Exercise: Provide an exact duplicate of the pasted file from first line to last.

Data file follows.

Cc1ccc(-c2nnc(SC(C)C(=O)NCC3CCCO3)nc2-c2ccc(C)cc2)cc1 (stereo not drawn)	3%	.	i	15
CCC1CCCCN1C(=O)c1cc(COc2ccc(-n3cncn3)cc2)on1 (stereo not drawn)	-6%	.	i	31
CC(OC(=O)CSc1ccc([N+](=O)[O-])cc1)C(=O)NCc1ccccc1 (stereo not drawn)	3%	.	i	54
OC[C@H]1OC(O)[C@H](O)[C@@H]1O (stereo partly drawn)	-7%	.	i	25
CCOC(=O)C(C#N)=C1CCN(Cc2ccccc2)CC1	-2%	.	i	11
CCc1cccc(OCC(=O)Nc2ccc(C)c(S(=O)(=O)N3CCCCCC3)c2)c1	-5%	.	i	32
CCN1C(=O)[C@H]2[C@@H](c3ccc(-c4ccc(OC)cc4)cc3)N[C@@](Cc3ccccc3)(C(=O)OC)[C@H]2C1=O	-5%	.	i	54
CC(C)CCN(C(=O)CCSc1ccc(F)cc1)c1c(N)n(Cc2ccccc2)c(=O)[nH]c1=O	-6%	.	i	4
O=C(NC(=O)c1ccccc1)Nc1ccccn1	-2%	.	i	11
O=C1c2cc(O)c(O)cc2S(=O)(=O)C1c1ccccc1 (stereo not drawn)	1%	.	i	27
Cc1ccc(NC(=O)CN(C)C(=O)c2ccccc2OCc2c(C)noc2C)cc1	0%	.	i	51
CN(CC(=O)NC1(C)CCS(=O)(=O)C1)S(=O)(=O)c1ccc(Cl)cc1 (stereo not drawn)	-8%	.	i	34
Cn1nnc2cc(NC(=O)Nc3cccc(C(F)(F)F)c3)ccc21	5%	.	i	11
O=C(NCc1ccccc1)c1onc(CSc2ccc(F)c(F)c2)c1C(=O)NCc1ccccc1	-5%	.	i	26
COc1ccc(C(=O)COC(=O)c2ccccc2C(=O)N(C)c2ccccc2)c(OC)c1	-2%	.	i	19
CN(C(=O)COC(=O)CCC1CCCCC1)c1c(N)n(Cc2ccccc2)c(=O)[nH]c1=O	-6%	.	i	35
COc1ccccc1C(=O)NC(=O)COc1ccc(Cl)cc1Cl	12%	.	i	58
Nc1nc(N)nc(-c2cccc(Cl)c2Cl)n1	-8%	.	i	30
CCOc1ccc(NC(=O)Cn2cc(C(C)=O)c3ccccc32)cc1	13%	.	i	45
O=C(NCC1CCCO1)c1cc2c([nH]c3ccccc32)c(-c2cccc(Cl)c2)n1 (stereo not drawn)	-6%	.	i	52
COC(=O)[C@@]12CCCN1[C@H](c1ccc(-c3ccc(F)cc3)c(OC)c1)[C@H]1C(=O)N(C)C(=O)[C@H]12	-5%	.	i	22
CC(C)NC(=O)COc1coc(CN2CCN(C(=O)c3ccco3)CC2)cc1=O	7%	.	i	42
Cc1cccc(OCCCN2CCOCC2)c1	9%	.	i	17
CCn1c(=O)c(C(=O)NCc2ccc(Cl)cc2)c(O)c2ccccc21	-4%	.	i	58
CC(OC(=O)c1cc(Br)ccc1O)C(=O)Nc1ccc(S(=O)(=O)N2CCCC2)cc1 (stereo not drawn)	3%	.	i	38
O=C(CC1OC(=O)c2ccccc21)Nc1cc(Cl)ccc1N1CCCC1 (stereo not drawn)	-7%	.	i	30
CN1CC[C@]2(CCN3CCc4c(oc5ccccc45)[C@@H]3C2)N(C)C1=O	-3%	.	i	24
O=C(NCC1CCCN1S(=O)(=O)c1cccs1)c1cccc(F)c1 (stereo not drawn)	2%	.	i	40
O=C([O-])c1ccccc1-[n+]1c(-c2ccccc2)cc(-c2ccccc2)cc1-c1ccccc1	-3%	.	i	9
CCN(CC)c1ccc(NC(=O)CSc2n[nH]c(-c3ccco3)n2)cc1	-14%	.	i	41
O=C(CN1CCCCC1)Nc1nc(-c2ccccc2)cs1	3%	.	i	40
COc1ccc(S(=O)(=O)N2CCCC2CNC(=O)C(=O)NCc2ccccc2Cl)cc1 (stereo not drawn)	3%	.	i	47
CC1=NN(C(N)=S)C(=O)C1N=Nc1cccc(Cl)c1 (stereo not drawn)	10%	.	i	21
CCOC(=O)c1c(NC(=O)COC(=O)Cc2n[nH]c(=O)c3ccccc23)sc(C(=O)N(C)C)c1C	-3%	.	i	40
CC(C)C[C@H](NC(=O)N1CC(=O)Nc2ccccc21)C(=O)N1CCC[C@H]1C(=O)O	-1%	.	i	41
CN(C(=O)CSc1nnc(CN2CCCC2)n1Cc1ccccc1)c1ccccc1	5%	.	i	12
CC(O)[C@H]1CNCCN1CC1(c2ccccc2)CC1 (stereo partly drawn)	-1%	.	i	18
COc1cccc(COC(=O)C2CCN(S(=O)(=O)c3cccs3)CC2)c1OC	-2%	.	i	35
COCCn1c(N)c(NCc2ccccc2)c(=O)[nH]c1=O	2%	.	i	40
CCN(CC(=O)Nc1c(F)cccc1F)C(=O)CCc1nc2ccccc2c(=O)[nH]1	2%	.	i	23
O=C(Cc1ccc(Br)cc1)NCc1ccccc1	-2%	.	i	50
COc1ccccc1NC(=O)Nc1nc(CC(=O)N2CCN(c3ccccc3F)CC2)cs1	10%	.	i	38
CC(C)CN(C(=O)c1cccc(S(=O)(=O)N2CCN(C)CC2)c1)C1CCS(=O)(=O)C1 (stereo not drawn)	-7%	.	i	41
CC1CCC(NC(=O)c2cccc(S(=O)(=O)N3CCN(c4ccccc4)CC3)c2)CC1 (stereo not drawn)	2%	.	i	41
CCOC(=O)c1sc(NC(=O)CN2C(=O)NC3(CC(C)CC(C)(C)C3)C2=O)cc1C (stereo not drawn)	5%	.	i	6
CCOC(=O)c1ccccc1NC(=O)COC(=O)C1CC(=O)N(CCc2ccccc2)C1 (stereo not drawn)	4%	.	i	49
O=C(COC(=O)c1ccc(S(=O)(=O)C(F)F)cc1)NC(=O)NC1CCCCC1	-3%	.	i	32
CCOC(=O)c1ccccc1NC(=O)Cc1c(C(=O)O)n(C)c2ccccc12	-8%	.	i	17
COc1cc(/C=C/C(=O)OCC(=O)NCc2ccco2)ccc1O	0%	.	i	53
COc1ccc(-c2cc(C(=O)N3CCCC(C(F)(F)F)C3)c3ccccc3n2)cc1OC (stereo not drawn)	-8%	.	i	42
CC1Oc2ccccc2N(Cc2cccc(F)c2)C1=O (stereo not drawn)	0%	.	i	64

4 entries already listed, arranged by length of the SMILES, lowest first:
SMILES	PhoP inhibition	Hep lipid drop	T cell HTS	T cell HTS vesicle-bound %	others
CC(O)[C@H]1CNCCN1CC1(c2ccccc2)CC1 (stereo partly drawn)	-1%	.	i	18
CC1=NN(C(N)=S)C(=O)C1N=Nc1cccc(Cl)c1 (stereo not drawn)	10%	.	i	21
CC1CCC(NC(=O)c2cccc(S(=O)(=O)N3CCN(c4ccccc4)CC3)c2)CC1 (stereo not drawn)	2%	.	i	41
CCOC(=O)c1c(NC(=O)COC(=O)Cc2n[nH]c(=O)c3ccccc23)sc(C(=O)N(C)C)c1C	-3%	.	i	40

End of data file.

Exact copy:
Cc1ccc(-c2nnc(SC(C)C(=O)NCC3CCCO3)nc2-c2ccc(C)cc2)cc1 (stereo not drawn)	3%	.	i	15
CCC1CCCCN1C(=O)c1cc(COc2ccc(-n3cncn3)cc2)on1 (stereo not drawn)	-6%	.	i	31
CC(OC(=O)CSc1ccc([N+](=O)[O-])cc1)C(=O)NCc1ccccc1 (stereo not drawn)	3%	.	i	54
OC[C@H]1OC(O)[C@H](O)[C@@H]1O (stereo partly drawn)	-7%	.	i	25
CCOC(=O)C(C#N)=C1CCN(Cc2ccccc2)CC1	-2%	.	i	11
CCc1cccc(OCC(=O)Nc2ccc(C)c(S(=O)(=O)N3CCCCCC3)c2)c1	-5%	.	i	32
CCN1C(=O)[C@H]2[C@@H](c3ccc(-c4ccc(OC)cc4)cc3)N[C@@](Cc3ccccc3)(C(=O)OC)[C@H]2C1=O	-5%	.	i	54
CC(C)CCN(C(=O)CCSc1ccc(F)cc1)c1c(N)n(Cc2ccccc2)c(=O)[nH]c1=O	-6%	.	i	4
O=C(NC(=O)c1ccccc1)Nc1ccccn1	-2%	.	i	11
O=C1c2cc(O)c(O)cc2S(=O)(=O)C1c1ccccc1 (stereo not drawn)	1%	.	i	27
Cc1ccc(NC(=O)CN(C)C(=O)c2ccccc2OCc2c(C)noc2C)cc1	0%	.	i	51
CN(CC(=O)NC1(C)CCS(=O)(=O)C1)S(=O)(=O)c1ccc(Cl)cc1 (stereo not drawn)	-8%	.	i	34
Cn1nnc2cc(NC(=O)Nc3cccc(C(F)(F)F)c3)ccc21	5%	.	i	11
O=C(NCc1ccccc1)c1onc(CSc2ccc(F)c(F)c2)c1C(=O)NCc1ccccc1	-5%	.	i	26
COc1ccc(C(=O)COC(=O)c2ccccc2C(=O)N(C)c2ccccc2)c(OC)c1	-2%	.	i	19
CN(C(=O)COC(=O)CCC1CCCCC1)c1c(N)n(Cc2ccccc2)c(=O)[nH]c1=O	-6%	.	i	35
COc1ccccc1C(=O)NC(=O)COc1ccc(Cl)cc1Cl	12%	.	i	58
Nc1nc(N)nc(-c2cccc(Cl)c2Cl)n1	-8%	.	i	30
CCOc1ccc(NC(=O)Cn2cc(C(C)=O)c3ccccc32)cc1	13%	.	i	45
O=C(NCC1CCCO1)c1cc2c([nH]c3ccccc32)c(-c2cccc(Cl)c2)n1 (stereo not drawn)	-6%	.	i	52
COC(=O)[C@@]12CCCN1[C@H](c1ccc(-c3ccc(F)cc3)c(OC)c1)[C@H]1C(=O)N(C)C(=O)[C@H]12	-5%	.	i	22
CC(C)NC(=O)COc1coc(CN2CCN(C(=O)c3ccco3)CC2)cc1=O	7%	.	i	42
Cc1cccc(OCCCN2CCOCC2)c1	9%	.	i	17
CCn1c(=O)c(C(=O)NCc2ccc(Cl)cc2)c(O)c2ccccc21	-4%	.	i	58
CC(OC(=O)c1cc(Br)ccc1O)C(=O)Nc1ccc(S(=O)(=O)N2CCCC2)cc1 (stereo not drawn)	3%	.	i	38
O=C(CC1OC(=O)c2ccccc21)Nc1cc(Cl)ccc1N1CCCC1 (stereo not drawn)	-7%	.	i	30
CN1CC[C@]2(CCN3CCc4c(oc5ccccc45)[C@@H]3C2)N(C)C1=O	-3%	.	i	24
O=C(NCC1CCCN1S(=O)(=O)c1cccs1)c1cccc(F)c1 (stereo not drawn)	2%	.	i	40
O=C([O-])c1ccccc1-[n+]1c(-c2ccccc2)cc(-c2ccccc2)cc1-c1ccccc1	-3%	.	i	9
CCN(CC)c1ccc(NC(=O)CSc2n[nH]c(-c3ccco3)n2)cc1	-14%	.	i	41
O=C(CN1CCCCC1)Nc1nc(-c2ccccc2)cs1	3%	.	i	40
COc1ccc(S(=O)(=O)N2CCCC2CNC(=O)C(=O)NCc2ccccc2Cl)cc1 (stereo not drawn)	3%	.	i	47
CC1=NN(C(N)=S)C(=O)C1N=Nc1cccc(Cl)c1 (stereo not drawn)	10%	.	i	21
CCOC(=O)c1c(NC(=O)COC(=O)Cc2n[nH]c(=O)c3ccccc23)sc(C(=O)N(C)C)c1C	-3%	.	i	40
CC(C)C[C@H](NC(=O)N1CC(=O)Nc2ccccc21)C(=O)N1CCC[C@H]1C(=O)O	-1%	.	i	41
CN(C(=O)CSc1nnc(CN2CCCC2)n1Cc1ccccc1)c1ccccc1	5%	.	i	12
CC(O)[C@H]1CNCCN1CC1(c2ccccc2)CC1 (stereo partly drawn)	-1%	.	i	18
COc1cccc(COC(=O)C2CCN(S(=O)(=O)c3cccs3)CC2)c1OC	-2%	.	i	35
COCCn1c(N)c(NCc2ccccc2)c(=O)[nH]c1=O	2%	.	i	40
CCN(CC(=O)Nc1c(F)cccc1F)C(=O)CCc1nc2ccccc2c(=O)[nH]1	2%	.	i	23
O=C(Cc1ccc(Br)cc1)NCc1ccccc1	-2%	.	i	50
COc1ccccc1NC(=O)Nc1nc(CC(=O)N2CCN(c3ccccc3F)CC2)cs1	10%	.	i	38
CC(C)CN(C(=O)c1cccc(S(=O)(=O)N2CCN(C)CC2)c1)C1CCS(=O)(=O)C1 (stereo not drawn)	-7%	.	i	41
CC1CCC(NC(=O)c2cccc(S(=O)(=O)N3CCN(c4ccccc4)CC3)c2)CC1 (stereo not drawn)	2%	.	i	41
CCOC(=O)c1sc(NC(=O)CN2C(=O)NC3(CC(C)CC(C)(C)C3)C2=O)cc1C (stereo not drawn)	5%	.	i	6
CCOC(=O)c1ccccc1NC(=O)COC(=O)C1CC(=O)N(CCc2ccccc2)C1 (stereo not drawn)	4%	.	i	49
O=C(COC(=O)c1ccc(S(=O)(=O)C(F)F)cc1)NC(=O)NC1CCCCC1	-3%	.	i	32
CCOC(=O)c1ccccc1NC(=O)Cc1c(C(=O)O)n(C)c2ccccc12	-8%	.	i	17
COc1cc(/C=C/C(=O)OCC(=O)NCc2ccco2)ccc1O	0%	.	i	53
COc1ccc(-c2cc(C(=O)N3CCCC(C(F)(F)F)C3)c3ccccc3n2)cc1OC (stereo not drawn)	-8%	.	i	42
CC1Oc2ccccc2N(Cc2cccc(F)c2)C1=O (stereo not drawn)	0%	.	i	64

4 entries already listed, arranged by length of the SMILES, lowest first:
SMILES	PhoP inhibition	Hep lipid drop	T cell HTS	T cell HTS vesicle-bound %	others
CC(O)[C@H]1CNCCN1CC1(c2ccccc2)CC1 (stereo partly drawn)	-1%	.	i	18
CC1=NN(C(N)=S)C(=O)C1N=Nc1cccc(Cl)c1 (stereo not drawn)	10%	.	i	21
CC1CCC(NC(=O)c2cccc(S(=O)(=O)N3CCN(c4ccccc4)CC3)c2)CC1 (stereo not drawn)	2%	.	i	41
CCOC(=O)c1c(NC(=O)COC(=O)Cc2n[nH]c(=O)c3ccccc23)sc(C(=O)N(C)C)c1C	-3%	.	i	40